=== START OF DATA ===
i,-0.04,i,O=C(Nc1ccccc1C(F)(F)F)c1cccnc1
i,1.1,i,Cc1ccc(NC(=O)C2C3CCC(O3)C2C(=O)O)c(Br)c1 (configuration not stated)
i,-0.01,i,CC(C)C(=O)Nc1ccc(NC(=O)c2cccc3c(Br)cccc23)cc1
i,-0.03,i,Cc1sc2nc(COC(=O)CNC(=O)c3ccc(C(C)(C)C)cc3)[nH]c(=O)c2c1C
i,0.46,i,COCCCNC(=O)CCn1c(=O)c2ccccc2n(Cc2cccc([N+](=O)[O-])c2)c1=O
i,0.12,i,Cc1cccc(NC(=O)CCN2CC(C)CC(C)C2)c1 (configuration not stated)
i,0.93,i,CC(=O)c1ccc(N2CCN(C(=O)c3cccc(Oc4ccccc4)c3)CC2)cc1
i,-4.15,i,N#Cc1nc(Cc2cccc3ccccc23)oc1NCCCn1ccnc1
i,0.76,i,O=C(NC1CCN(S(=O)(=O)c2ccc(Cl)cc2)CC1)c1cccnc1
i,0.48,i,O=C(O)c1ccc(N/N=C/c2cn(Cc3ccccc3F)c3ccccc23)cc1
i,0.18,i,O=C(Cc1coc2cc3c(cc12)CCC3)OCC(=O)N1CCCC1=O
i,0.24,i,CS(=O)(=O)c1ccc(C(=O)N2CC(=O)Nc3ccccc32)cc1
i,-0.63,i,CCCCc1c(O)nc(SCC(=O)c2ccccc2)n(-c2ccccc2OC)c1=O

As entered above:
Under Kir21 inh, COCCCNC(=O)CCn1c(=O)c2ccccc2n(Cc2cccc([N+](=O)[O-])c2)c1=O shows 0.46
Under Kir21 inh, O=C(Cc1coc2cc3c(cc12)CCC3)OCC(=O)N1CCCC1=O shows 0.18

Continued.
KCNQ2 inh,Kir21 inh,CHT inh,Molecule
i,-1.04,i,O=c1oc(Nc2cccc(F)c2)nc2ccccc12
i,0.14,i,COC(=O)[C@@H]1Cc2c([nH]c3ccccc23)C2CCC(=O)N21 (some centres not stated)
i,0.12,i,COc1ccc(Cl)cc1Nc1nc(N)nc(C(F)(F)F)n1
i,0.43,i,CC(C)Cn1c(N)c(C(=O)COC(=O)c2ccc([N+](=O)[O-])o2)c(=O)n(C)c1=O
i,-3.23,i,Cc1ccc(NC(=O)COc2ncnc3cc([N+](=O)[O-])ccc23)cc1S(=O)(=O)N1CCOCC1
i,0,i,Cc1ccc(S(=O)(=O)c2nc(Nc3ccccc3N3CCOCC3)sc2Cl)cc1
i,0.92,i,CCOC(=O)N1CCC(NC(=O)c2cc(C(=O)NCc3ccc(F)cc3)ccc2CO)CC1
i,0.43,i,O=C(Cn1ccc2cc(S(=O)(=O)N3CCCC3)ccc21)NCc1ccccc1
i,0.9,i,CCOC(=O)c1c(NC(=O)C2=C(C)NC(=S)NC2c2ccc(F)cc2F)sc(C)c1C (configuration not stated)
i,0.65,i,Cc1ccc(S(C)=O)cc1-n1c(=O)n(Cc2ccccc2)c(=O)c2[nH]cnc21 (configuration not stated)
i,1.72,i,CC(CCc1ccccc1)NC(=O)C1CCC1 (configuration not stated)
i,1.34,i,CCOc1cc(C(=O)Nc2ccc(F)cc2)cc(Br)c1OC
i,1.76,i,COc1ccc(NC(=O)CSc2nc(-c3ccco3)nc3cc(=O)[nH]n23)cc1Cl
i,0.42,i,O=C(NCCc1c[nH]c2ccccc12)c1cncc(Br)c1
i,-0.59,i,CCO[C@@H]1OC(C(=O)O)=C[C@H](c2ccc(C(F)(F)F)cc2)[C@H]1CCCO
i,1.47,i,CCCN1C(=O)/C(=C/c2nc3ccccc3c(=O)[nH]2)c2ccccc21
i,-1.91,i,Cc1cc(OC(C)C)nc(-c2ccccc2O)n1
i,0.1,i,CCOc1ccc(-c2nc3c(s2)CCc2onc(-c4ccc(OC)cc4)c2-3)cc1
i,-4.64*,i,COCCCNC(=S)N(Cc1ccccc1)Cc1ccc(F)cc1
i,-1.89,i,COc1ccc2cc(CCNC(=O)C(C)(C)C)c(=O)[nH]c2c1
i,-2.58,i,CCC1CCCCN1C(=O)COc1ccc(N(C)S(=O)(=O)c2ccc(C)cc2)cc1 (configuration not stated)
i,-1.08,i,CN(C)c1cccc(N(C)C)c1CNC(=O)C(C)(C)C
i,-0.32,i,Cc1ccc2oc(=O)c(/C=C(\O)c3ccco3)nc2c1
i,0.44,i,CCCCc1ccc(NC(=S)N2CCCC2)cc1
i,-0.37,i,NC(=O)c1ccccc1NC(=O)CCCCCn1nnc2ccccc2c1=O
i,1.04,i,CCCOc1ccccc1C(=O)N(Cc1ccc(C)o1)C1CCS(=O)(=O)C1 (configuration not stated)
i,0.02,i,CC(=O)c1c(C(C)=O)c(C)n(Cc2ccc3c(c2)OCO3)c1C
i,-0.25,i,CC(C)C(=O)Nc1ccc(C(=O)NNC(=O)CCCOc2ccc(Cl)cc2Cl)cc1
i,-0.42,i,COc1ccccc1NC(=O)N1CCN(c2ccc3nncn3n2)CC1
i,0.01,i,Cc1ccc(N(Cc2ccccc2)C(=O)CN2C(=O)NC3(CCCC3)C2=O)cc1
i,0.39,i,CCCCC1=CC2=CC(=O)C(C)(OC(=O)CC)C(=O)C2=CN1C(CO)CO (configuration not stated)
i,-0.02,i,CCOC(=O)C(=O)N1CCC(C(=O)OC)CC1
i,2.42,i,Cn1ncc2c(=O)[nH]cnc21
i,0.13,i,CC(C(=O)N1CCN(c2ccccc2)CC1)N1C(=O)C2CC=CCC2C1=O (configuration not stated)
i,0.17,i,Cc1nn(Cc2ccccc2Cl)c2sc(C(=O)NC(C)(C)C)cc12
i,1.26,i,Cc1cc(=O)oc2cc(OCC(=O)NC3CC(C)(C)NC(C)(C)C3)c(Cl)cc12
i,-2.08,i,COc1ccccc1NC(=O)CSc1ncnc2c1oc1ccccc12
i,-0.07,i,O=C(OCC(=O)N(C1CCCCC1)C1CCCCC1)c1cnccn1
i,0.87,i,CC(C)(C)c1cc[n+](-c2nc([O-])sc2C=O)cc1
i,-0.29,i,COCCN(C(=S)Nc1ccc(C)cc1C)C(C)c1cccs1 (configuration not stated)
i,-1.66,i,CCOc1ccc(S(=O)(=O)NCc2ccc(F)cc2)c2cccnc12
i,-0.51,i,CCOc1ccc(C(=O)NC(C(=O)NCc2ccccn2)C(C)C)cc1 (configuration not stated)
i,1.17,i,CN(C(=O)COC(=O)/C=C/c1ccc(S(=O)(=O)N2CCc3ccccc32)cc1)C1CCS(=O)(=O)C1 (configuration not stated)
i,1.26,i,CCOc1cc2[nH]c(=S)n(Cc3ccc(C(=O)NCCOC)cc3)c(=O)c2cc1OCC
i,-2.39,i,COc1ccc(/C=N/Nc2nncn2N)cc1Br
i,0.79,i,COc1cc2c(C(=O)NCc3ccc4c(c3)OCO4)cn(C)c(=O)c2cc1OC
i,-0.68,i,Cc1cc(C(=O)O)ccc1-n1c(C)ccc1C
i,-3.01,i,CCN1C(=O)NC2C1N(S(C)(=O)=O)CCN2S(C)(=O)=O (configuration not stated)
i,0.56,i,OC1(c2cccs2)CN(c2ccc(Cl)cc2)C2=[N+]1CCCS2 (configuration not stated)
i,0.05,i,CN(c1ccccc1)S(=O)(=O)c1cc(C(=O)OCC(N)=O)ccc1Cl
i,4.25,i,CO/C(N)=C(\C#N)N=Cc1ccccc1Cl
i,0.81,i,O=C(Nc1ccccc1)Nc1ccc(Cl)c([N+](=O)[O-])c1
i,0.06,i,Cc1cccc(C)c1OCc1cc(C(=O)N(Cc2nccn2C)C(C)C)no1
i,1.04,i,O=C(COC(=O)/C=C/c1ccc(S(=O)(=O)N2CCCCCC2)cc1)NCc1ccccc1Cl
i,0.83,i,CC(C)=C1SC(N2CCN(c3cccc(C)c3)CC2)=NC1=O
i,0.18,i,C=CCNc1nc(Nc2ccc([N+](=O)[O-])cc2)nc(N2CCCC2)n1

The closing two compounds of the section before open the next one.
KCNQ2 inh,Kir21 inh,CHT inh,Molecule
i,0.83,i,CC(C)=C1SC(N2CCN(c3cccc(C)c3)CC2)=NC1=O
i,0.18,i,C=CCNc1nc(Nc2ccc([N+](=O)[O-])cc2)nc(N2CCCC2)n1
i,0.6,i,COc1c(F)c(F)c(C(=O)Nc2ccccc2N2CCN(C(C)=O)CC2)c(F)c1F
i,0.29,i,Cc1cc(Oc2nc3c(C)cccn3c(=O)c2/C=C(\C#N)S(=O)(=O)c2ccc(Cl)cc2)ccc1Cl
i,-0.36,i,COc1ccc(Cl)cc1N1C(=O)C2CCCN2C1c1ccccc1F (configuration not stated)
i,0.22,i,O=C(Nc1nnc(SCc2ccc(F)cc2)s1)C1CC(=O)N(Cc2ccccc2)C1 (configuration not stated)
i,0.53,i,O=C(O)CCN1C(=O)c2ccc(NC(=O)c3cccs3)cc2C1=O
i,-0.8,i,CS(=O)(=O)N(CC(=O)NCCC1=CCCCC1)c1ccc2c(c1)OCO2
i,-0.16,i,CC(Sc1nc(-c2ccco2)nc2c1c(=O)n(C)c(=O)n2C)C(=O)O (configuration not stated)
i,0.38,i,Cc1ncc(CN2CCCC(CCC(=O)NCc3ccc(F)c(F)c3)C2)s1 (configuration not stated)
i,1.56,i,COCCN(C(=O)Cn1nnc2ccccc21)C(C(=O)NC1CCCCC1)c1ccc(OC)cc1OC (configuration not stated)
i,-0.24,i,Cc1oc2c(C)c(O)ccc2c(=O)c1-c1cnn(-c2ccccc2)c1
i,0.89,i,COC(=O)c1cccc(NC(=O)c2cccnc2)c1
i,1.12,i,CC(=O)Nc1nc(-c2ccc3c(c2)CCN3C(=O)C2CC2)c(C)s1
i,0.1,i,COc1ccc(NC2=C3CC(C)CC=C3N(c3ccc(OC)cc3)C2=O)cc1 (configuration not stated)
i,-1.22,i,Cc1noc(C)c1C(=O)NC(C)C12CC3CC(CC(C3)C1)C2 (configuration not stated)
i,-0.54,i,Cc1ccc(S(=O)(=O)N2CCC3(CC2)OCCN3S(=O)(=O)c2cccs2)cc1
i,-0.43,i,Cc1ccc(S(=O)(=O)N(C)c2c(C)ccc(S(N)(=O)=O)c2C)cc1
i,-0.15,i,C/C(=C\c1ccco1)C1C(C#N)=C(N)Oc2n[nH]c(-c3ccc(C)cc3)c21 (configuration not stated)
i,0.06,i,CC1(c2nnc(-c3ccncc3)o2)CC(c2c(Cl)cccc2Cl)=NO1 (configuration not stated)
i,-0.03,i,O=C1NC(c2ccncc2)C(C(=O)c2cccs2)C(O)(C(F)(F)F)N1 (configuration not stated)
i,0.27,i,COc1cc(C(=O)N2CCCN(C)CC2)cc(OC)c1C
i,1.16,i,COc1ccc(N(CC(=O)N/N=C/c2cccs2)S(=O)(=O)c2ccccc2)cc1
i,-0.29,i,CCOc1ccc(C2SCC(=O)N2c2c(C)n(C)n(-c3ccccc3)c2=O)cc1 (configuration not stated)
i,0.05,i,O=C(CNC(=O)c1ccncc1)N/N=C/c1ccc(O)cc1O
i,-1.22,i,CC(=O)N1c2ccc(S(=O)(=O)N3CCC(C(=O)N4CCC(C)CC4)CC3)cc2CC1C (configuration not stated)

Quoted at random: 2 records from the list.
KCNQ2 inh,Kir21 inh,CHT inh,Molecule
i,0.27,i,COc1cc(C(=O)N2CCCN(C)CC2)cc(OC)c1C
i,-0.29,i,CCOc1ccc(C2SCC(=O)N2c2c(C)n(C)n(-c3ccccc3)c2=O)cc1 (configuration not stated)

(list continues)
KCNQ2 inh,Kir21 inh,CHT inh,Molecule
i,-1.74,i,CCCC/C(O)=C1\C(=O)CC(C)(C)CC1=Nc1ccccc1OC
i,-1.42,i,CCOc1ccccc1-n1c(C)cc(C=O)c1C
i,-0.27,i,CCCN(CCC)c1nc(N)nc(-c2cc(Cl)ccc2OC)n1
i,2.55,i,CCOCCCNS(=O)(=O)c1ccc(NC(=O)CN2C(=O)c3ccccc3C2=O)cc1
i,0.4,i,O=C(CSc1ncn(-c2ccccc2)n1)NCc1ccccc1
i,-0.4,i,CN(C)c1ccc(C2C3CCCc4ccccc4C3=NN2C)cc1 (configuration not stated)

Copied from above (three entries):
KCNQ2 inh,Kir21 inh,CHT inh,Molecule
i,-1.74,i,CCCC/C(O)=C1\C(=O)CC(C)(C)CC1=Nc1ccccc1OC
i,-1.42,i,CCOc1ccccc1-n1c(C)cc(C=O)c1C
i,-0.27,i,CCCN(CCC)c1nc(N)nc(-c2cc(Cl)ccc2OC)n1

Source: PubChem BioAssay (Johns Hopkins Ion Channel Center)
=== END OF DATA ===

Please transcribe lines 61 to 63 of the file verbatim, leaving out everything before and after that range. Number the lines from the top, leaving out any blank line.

i,1.17,i,CN(C(=O)COC(=O)/C=C/c1ccc(S(=O)(=O)N2CCc3ccccc32)cc1)C1CCS(=O)(=O)C1 (configuration not stated)
i,1.26,i,CCOc1cc2[nH]c(=S)n(Cc3ccc(C(=O)NCCOC)cc3)c(=O)c2cc1OCC
i,-2.39,i,COc1ccc(/C=N/Nc2nncn2N)cc1Br